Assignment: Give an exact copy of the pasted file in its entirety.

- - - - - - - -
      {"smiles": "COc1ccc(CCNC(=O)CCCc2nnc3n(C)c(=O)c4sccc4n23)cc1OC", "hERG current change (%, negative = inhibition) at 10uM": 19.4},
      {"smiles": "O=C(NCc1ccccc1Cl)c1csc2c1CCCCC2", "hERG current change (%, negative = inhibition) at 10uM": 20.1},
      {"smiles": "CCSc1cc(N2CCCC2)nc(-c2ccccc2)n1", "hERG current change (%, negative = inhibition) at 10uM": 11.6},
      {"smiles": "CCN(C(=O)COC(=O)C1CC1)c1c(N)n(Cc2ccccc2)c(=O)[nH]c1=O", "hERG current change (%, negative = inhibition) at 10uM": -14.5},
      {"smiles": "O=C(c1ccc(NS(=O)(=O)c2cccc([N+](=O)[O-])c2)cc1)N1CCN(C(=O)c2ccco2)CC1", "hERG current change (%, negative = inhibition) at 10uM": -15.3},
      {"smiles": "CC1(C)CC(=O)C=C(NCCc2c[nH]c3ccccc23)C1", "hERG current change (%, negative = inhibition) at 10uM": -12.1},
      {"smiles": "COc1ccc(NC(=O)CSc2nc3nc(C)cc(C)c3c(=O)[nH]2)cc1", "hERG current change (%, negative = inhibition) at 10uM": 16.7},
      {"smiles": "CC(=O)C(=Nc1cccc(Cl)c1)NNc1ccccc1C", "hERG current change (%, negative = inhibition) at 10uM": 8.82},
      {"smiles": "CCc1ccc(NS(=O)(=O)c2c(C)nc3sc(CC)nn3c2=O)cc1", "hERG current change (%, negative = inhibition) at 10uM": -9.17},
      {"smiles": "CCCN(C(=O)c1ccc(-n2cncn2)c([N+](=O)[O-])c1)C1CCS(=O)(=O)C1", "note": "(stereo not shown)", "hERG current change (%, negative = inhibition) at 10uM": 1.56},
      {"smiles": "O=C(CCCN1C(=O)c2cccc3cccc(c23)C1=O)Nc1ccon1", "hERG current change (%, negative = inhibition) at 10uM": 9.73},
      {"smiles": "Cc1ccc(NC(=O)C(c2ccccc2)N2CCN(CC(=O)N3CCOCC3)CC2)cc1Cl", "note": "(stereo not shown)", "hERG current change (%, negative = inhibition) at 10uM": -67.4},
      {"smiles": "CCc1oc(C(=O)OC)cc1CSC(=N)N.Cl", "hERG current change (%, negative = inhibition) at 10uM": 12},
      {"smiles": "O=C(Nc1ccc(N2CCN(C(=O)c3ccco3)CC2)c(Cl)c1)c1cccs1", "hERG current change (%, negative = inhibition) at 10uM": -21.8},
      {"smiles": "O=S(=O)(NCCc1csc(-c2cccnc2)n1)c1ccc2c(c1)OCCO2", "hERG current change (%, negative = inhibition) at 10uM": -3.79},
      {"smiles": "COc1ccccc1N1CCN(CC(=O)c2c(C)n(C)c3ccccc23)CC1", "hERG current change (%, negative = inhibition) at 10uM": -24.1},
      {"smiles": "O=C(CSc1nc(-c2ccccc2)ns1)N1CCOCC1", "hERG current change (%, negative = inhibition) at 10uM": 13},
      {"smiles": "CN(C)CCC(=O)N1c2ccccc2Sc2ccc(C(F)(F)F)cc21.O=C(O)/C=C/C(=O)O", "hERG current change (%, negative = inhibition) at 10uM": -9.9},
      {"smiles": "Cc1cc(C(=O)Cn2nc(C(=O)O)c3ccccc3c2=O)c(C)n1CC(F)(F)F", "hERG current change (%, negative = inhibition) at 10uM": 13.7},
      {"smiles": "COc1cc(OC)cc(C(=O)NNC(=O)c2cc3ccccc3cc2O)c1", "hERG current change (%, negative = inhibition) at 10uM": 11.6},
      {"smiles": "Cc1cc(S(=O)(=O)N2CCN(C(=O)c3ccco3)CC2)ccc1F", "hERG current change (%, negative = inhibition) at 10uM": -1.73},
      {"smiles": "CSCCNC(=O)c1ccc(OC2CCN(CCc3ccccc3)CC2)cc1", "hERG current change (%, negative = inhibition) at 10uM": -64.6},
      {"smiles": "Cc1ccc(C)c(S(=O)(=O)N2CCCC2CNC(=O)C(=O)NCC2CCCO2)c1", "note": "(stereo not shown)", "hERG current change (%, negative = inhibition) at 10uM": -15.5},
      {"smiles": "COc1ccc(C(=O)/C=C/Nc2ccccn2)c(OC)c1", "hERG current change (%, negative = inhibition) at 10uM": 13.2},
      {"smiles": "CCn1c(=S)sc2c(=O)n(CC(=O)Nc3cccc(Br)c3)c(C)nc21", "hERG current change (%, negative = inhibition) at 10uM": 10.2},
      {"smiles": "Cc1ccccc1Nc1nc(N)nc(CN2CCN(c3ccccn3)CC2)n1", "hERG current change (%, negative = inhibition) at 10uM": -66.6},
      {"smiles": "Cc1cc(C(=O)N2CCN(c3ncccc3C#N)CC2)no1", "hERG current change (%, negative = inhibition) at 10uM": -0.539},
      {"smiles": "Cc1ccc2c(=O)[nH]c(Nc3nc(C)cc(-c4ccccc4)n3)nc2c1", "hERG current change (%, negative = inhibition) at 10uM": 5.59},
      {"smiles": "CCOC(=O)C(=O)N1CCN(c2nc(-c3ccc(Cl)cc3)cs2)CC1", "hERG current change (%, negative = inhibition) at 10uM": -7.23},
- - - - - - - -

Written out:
      {"smiles": "COc1ccc(CCNC(=O)CCCc2nnc3n(C)c(=O)c4sccc4n23)cc1OC", "hERG current change (%, negative = inhibition) at 10uM": 19.4},
      {"smiles": "O=C(NCc1ccccc1Cl)c1csc2c1CCCCC2", "hERG current change (%, negative = inhibition) at 10uM": 20.1},
      {"smiles": "CCSc1cc(N2CCCC2)nc(-c2ccccc2)n1", "hERG current change (%, negative = inhibition) at 10uM": 11.6},
      {"smiles": "CCN(C(=O)COC(=O)C1CC1)c1c(N)n(Cc2ccccc2)c(=O)[nH]c1=O", "hERG current change (%, negative = inhibition) at 10uM": -14.5},
      {"smiles": "O=C(c1ccc(NS(=O)(=O)c2cccc([N+](=O)[O-])c2)cc1)N1CCN(C(=O)c2ccco2)CC1", "hERG current change (%, negative = inhibition) at 10uM": -15.3},
      {"smiles": "CC1(C)CC(=O)C=C(NCCc2c[nH]c3ccccc23)C1", "hERG current change (%, negative = inhibition) at 10uM": -12.1},
      {"smiles": "COc1ccc(NC(=O)CSc2nc3nc(C)cc(C)c3c(=O)[nH]2)cc1", "hERG current change (%, negative = inhibition) at 10uM": 16.7},
      {"smiles": "CC(=O)C(=Nc1cccc(Cl)c1)NNc1ccccc1C", "hERG current change (%, negative = inhibition) at 10uM": 8.82},
      {"smiles": "CCc1ccc(NS(=O)(=O)c2c(C)nc3sc(CC)nn3c2=O)cc1", "hERG current change (%, negative = inhibition) at 10uM": -9.17},
      {"smiles": "CCCN(C(=O)c1ccc(-n2cncn2)c([N+](=O)[O-])c1)C1CCS(=O)(=O)C1", "note": "(stereo not shown)", "hERG current change (%, negative = inhibition) at 10uM": 1.56},
      {"smiles": "O=C(CCCN1C(=O)c2cccc3cccc(c23)C1=O)Nc1ccon1", "hERG current change (%, negative = inhibition) at 10uM": 9.73},
      {"smiles": "Cc1ccc(NC(=O)C(c2ccccc2)N2CCN(CC(=O)N3CCOCC3)CC2)cc1Cl", "note": "(stereo not shown)", "hERG current change (%, negative = inhibition) at 10uM": -67.4},
      {"smiles": "CCc1oc(C(=O)OC)cc1CSC(=N)N.Cl", "hERG current change (%, negative = inhibition) at 10uM": 12},
      {"smiles": "O=C(Nc1ccc(N2CCN(C(=O)c3ccco3)CC2)c(Cl)c1)c1cccs1", "hERG current change (%, negative = inhibition) at 10uM": -21.8},
      {"smiles": "O=S(=O)(NCCc1csc(-c2cccnc2)n1)c1ccc2c(c1)OCCO2", "hERG current change (%, negative = inhibition) at 10uM": -3.79},
      {"smiles": "COc1ccccc1N1CCN(CC(=O)c2c(C)n(C)c3ccccc23)CC1", "hERG current change (%, negative = inhibition) at 10uM": -24.1},
      {"smiles": "O=C(CSc1nc(-c2ccccc2)ns1)N1CCOCC1", "hERG current change (%, negative = inhibition) at 10uM": 13},
      {"smiles": "CN(C)CCC(=O)N1c2ccccc2Sc2ccc(C(F)(F)F)cc21.O=C(O)/C=C/C(=O)O", "hERG current change (%, negative = inhibition) at 10uM": -9.9},
      {"smiles": "Cc1cc(C(=O)Cn2nc(C(=O)O)c3ccccc3c2=O)c(C)n1CC(F)(F)F", "hERG current change (%, negative = inhibition) at 10uM": 13.7},
      {"smiles": "COc1cc(OC)cc(C(=O)NNC(=O)c2cc3ccccc3cc2O)c1", "hERG current change (%, negative = inhibition) at 10uM": 11.6},
      {"smiles": "Cc1cc(S(=O)(=O)N2CCN(C(=O)c3ccco3)CC2)ccc1F", "hERG current change (%, negative = inhibition) at 10uM": -1.73},
      {"smiles": "CSCCNC(=O)c1ccc(OC2CCN(CCc3ccccc3)CC2)cc1", "hERG current change (%, negative = inhibition) at 10uM": -64.6},
      {"smiles": "Cc1ccc(C)c(S(=O)(=O)N2CCCC2CNC(=O)C(=O)NCC2CCCO2)c1", "note": "(stereo not shown)", "hERG current change (%, negative = inhibition) at 10uM": -15.5},
      {"smiles": "COc1ccc(C(=O)/C=C/Nc2ccccn2)c(OC)c1", "hERG current change (%, negative = inhibition) at 10uM": 13.2},
      {"smiles": "CCn1c(=S)sc2c(=O)n(CC(=O)Nc3cccc(Br)c3)c(C)nc21", "hERG current change (%, negative = inhibition) at 10uM": 10.2},
      {"smiles": "Cc1ccccc1Nc1nc(N)nc(CN2CCN(c3ccccn3)CC2)n1", "hERG current change (%, negative = inhibition) at 10uM": -66.6},
      {"smiles": "Cc1cc(C(=O)N2CCN(c3ncccc3C#N)CC2)no1", "hERG current change (%, negative = inhibition) at 10uM": -0.539},
      {"smiles": "Cc1ccc2c(=O)[nH]c(Nc3nc(C)cc(-c4ccccc4)n3)nc2c1", "hERG current change (%, negative = inhibition) at 10uM": 5.59},
      {"smiles": "CCOC(=O)C(=O)N1CCN(c2nc(-c3ccc(Cl)cc3)cs2)CC1", "hERG current change (%, negative = inhibition) at 10uM": -7.23},